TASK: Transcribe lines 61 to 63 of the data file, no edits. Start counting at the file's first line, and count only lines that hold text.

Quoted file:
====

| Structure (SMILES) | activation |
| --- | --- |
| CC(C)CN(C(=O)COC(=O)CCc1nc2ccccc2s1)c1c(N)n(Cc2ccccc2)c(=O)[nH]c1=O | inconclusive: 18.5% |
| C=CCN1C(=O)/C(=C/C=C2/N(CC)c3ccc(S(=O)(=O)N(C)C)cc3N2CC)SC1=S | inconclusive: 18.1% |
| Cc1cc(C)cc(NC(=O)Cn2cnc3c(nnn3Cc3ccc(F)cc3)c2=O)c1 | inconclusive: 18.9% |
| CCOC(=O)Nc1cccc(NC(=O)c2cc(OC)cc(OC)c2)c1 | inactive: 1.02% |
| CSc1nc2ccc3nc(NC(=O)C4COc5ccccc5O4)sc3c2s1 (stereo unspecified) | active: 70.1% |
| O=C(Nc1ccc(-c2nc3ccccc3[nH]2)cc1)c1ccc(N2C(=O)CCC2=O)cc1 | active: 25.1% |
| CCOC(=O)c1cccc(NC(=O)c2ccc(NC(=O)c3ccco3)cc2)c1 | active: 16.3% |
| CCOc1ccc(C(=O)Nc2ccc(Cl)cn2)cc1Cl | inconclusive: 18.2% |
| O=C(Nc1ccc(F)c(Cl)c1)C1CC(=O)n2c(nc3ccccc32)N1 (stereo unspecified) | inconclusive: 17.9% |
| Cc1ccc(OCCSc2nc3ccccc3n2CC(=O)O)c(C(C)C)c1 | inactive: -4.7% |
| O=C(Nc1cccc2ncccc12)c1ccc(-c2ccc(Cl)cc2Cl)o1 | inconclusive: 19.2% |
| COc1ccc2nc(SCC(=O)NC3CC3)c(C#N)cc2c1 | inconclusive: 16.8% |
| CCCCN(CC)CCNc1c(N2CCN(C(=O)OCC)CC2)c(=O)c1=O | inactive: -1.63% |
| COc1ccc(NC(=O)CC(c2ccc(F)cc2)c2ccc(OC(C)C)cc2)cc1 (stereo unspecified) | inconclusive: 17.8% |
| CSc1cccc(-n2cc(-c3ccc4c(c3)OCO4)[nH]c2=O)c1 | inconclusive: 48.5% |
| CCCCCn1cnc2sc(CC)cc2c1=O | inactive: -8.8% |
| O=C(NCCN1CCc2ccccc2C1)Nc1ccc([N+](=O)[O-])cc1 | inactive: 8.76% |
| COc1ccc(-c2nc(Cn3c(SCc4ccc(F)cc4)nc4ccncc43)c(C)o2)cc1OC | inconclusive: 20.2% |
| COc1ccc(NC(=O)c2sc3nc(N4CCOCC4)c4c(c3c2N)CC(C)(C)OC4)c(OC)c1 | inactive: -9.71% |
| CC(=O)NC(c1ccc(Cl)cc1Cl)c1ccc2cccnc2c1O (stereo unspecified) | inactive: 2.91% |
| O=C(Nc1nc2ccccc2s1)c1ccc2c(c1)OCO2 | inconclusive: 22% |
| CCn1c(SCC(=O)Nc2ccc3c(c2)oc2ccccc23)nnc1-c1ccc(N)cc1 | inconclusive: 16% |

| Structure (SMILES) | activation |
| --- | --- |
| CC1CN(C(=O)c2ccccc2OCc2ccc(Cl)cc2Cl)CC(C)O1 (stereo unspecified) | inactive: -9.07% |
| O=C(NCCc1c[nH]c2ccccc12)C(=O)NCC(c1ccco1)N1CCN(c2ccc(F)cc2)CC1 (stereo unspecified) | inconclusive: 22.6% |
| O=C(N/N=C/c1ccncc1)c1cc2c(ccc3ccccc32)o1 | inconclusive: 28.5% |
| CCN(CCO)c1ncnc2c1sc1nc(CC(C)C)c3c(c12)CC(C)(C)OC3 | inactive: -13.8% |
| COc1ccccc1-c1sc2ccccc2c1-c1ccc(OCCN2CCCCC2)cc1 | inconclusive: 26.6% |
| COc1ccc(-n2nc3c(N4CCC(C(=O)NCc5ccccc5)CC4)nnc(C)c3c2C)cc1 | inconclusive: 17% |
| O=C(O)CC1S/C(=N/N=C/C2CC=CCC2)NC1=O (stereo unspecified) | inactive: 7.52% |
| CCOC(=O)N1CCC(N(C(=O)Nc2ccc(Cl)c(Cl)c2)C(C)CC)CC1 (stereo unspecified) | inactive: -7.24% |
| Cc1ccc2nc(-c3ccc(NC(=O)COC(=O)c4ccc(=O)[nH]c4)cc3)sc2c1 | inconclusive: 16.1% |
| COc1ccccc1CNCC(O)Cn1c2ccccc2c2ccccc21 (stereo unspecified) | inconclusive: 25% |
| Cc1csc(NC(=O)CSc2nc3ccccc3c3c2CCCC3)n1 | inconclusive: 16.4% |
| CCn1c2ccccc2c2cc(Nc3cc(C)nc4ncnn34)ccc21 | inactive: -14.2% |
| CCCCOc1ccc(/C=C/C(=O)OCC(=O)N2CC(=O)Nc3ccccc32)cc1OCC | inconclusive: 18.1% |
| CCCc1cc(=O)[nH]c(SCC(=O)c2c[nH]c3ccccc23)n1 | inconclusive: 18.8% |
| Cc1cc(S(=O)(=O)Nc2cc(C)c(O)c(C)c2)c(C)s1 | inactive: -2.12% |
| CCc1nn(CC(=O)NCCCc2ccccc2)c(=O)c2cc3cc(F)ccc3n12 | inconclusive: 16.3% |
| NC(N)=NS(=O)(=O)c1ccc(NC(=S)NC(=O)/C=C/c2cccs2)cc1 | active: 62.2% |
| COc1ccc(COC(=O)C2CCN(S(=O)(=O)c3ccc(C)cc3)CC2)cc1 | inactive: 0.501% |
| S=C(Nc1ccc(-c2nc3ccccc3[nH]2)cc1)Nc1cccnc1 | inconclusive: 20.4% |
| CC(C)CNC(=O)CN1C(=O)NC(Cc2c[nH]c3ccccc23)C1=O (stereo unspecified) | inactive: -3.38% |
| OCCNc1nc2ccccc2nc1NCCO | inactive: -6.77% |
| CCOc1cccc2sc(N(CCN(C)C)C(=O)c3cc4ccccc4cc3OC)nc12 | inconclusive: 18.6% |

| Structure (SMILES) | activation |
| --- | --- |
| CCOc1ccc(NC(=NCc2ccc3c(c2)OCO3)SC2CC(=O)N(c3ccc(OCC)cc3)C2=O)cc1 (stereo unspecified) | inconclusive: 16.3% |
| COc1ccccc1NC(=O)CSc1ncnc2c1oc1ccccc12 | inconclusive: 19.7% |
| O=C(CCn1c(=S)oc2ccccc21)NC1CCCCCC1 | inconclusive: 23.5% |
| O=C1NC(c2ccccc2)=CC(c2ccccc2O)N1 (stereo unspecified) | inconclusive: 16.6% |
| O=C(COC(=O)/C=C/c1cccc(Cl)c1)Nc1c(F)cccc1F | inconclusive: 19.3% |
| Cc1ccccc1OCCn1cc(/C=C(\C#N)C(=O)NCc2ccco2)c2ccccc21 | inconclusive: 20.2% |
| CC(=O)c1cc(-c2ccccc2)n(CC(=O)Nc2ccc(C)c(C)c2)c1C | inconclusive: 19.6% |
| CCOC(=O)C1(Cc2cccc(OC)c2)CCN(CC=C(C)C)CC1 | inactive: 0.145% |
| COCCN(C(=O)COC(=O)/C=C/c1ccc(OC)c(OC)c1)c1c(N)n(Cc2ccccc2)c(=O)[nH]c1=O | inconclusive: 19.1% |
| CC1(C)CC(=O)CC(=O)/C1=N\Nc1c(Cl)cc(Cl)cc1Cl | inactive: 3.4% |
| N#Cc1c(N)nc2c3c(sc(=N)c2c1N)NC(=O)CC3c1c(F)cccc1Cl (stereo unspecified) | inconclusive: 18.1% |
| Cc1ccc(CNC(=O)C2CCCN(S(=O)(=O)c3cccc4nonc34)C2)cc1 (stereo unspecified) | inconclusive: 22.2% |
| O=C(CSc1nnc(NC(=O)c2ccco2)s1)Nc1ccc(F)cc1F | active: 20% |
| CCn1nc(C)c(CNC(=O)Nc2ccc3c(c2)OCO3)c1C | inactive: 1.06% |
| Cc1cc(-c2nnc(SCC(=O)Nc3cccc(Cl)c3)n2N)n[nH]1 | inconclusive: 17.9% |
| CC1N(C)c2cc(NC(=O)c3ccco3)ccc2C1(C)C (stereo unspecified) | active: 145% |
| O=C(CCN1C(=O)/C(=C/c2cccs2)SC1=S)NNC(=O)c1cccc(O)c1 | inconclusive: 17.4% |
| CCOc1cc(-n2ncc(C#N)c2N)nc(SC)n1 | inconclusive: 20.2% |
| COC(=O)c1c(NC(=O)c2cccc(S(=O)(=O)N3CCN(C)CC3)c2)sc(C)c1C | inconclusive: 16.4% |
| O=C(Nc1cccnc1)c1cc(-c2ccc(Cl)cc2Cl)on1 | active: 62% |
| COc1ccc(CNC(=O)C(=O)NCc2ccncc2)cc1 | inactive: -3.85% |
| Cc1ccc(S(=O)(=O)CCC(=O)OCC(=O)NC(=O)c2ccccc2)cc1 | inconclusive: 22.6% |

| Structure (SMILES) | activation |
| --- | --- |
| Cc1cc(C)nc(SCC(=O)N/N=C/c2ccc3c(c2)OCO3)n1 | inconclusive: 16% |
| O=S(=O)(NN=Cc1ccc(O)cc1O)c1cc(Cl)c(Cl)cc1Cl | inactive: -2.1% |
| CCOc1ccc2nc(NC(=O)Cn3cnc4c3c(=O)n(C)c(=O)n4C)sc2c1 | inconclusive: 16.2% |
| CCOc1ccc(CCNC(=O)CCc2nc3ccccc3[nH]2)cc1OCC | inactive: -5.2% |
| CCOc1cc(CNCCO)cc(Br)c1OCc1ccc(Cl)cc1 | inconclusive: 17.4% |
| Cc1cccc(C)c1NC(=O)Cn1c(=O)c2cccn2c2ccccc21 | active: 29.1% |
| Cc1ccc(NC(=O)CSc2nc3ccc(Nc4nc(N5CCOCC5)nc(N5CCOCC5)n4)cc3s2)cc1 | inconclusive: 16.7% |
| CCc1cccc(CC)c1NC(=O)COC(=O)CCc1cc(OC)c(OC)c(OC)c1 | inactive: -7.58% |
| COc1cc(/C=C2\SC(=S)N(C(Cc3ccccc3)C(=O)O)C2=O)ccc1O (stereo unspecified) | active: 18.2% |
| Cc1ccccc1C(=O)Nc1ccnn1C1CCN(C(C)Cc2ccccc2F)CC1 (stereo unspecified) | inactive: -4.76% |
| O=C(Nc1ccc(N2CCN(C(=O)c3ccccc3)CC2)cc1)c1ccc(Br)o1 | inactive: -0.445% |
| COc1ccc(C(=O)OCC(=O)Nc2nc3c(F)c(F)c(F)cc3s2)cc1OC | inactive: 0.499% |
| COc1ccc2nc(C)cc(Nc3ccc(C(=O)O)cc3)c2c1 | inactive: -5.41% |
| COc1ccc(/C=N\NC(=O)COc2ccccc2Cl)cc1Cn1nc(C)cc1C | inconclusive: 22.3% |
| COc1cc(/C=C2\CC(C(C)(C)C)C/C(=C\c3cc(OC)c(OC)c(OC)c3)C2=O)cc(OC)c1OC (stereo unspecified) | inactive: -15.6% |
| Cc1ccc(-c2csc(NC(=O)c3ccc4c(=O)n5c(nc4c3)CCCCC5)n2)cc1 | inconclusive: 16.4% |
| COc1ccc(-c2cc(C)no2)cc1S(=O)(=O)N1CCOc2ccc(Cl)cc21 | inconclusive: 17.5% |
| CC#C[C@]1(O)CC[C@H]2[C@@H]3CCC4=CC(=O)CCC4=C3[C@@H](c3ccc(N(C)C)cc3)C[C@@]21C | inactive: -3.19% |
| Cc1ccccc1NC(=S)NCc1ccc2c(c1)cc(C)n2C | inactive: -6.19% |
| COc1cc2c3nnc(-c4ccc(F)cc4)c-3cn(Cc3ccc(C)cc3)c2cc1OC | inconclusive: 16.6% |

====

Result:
| N#Cc1c(N)nc2c3c(sc(=N)c2c1N)NC(=O)CC3c1c(F)cccc1Cl (stereo unspecified) | inconclusive: 18.1% |
| Cc1ccc(CNC(=O)C2CCCN(S(=O)(=O)c3cccc4nonc34)C2)cc1 (stereo unspecified) | inconclusive: 22.2% |
| O=C(CSc1nnc(NC(=O)c2ccco2)s1)Nc1ccc(F)cc1F | active: 20% |